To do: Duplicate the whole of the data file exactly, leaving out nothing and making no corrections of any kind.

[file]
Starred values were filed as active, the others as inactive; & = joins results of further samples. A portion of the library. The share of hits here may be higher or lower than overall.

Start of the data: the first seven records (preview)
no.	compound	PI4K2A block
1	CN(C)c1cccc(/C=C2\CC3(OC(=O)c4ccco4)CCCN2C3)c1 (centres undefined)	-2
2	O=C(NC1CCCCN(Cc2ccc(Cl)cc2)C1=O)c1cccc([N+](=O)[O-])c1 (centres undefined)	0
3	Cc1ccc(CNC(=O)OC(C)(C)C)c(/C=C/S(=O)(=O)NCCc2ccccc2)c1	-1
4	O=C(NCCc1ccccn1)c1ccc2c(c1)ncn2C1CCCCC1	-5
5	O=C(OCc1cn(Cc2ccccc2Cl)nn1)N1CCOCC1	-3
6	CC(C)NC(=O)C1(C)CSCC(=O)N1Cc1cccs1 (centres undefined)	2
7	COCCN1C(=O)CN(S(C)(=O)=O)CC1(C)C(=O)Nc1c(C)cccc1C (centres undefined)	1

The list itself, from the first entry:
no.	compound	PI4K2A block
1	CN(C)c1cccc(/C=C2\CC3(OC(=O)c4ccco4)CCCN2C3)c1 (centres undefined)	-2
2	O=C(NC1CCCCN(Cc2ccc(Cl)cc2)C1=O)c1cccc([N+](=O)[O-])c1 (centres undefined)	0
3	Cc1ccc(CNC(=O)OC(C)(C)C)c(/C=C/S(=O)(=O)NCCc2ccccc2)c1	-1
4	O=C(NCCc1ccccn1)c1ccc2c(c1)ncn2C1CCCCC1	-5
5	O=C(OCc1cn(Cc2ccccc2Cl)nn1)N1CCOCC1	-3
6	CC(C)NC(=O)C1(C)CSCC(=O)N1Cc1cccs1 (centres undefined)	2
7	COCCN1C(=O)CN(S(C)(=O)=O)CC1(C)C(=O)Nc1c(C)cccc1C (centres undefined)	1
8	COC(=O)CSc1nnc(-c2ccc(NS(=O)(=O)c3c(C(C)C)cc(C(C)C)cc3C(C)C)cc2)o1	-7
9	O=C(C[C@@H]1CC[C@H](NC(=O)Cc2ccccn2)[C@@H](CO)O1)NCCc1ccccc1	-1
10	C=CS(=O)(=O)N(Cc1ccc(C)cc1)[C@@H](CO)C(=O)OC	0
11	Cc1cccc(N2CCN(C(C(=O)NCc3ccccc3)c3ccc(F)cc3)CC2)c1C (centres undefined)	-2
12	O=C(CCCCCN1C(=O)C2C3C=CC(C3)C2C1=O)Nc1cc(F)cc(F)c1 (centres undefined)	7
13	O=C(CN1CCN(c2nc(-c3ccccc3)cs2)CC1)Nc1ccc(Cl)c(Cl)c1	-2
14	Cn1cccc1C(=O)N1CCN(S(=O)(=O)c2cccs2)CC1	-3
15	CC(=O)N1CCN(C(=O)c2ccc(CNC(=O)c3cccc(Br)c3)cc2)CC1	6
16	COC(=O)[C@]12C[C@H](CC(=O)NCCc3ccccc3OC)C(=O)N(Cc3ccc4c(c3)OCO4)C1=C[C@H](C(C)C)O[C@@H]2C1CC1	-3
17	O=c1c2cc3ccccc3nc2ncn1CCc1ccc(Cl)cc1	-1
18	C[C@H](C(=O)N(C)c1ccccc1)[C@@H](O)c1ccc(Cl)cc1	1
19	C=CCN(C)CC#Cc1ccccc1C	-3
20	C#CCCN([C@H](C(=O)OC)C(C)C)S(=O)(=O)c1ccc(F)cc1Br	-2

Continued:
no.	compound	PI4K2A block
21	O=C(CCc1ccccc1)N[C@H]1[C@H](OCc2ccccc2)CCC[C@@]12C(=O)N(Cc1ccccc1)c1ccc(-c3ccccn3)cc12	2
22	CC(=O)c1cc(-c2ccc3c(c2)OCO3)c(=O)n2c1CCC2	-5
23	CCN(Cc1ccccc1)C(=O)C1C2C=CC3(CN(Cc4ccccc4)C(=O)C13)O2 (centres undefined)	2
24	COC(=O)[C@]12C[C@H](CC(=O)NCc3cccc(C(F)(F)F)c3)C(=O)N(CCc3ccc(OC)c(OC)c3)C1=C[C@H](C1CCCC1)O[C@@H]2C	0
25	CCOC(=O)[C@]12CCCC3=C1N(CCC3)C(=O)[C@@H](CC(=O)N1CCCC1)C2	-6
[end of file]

Starred values were filed as active, the others as inactive; & = joins results of further samples. A portion of the library. The share of hits here may be higher or lower than overall.

Start of the data: the first seven records (preview)
no.	compound	PI4K2A block
1	CN(C)c1cccc(/C=C2\CC3(OC(=O)c4ccco4)CCCN2C3)c1 (centres undefined)	-2
2	O=C(NC1CCCCN(Cc2ccc(Cl)cc2)C1=O)c1cccc([N+](=O)[O-])c1 (centres undefined)	0
3	Cc1ccc(CNC(=O)OC(C)(C)C)c(/C=C/S(=O)(=O)NCCc2ccccc2)c1	-1
4	O=C(NCCc1ccccn1)c1ccc2c(c1)ncn2C1CCCCC1	-5
5	O=C(OCc1cn(Cc2ccccc2Cl)nn1)N1CCOCC1	-3
6	CC(C)NC(=O)C1(C)CSCC(=O)N1Cc1cccs1 (centres undefined)	2
7	COCCN1C(=O)CN(S(C)(=O)=O)CC1(C)C(=O)Nc1c(C)cccc1C (centres undefined)	1

The list itself, from the first entry:
no.	compound	PI4K2A block
1	CN(C)c1cccc(/C=C2\CC3(OC(=O)c4ccco4)CCCN2C3)c1 (centres undefined)	-2
2	O=C(NC1CCCCN(Cc2ccc(Cl)cc2)C1=O)c1cccc([N+](=O)[O-])c1 (centres undefined)	0
3	Cc1ccc(CNC(=O)OC(C)(C)C)c(/C=C/S(=O)(=O)NCCc2ccccc2)c1	-1
4	O=C(NCCc1ccccn1)c1ccc2c(c1)ncn2C1CCCCC1	-5
5	O=C(OCc1cn(Cc2ccccc2Cl)nn1)N1CCOCC1	-3
6	CC(C)NC(=O)C1(C)CSCC(=O)N1Cc1cccs1 (centres undefined)	2
7	COCCN1C(=O)CN(S(C)(=O)=O)CC1(C)C(=O)Nc1c(C)cccc1C (centres undefined)	1
8	COC(=O)CSc1nnc(-c2ccc(NS(=O)(=O)c3c(C(C)C)cc(C(C)C)cc3C(C)C)cc2)o1	-7
9	O=C(C[C@@H]1CC[C@H](NC(=O)Cc2ccccn2)[C@@H](CO)O1)NCCc1ccccc1	-1
10	C=CS(=O)(=O)N(Cc1ccc(C)cc1)[C@@H](CO)C(=O)OC	0
11	Cc1cccc(N2CCN(C(C(=O)NCc3ccccc3)c3ccc(F)cc3)CC2)c1C (centres undefined)	-2
12	O=C(CCCCCN1C(=O)C2C3C=CC(C3)C2C1=O)Nc1cc(F)cc(F)c1 (centres undefined)	7
13	O=C(CN1CCN(c2nc(-c3ccccc3)cs2)CC1)Nc1ccc(Cl)c(Cl)c1	-2
14	Cn1cccc1C(=O)N1CCN(S(=O)(=O)c2cccs2)CC1	-3
15	CC(=O)N1CCN(C(=O)c2ccc(CNC(=O)c3cccc(Br)c3)cc2)CC1	6
16	COC(=O)[C@]12C[C@H](CC(=O)NCCc3ccccc3OC)C(=O)N(Cc3ccc4c(c3)OCO4)C1=C[C@H](C(C)C)O[C@@H]2C1CC1	-3
17	O=c1c2cc3ccccc3nc2ncn1CCc1ccc(Cl)cc1	-1
18	C[C@H](C(=O)N(C)c1ccccc1)[C@@H](O)c1ccc(Cl)cc1	1
19	C=CCN(C)CC#Cc1ccccc1C	-3
20	C#CCCN([C@H](C(=O)OC)C(C)C)S(=O)(=O)c1ccc(F)cc1Br	-2

Continued:
no.	compound	PI4K2A block
21	O=C(CCc1ccccc1)N[C@H]1[C@H](OCc2ccccc2)CCC[C@@]12C(=O)N(Cc1ccccc1)c1ccc(-c3ccccn3)cc12	2
22	CC(=O)c1cc(-c2ccc3c(c2)OCO3)c(=O)n2c1CCC2	-5
23	CCN(Cc1ccccc1)C(=O)C1C2C=CC3(CN(Cc4ccccc4)C(=O)C13)O2 (centres undefined)	2
24	COC(=O)[C@]12C[C@H](CC(=O)NCc3cccc(C(F)(F)F)c3)C(=O)N(CCc3ccc(OC)c(OC)c3)C1=C[C@H](C1CCCC1)O[C@@H]2C	0
25	CCOC(=O)[C@]12CCCC3=C1N(CCC3)C(=O)[C@@H](CC(=O)N1CCCC1)C2	-6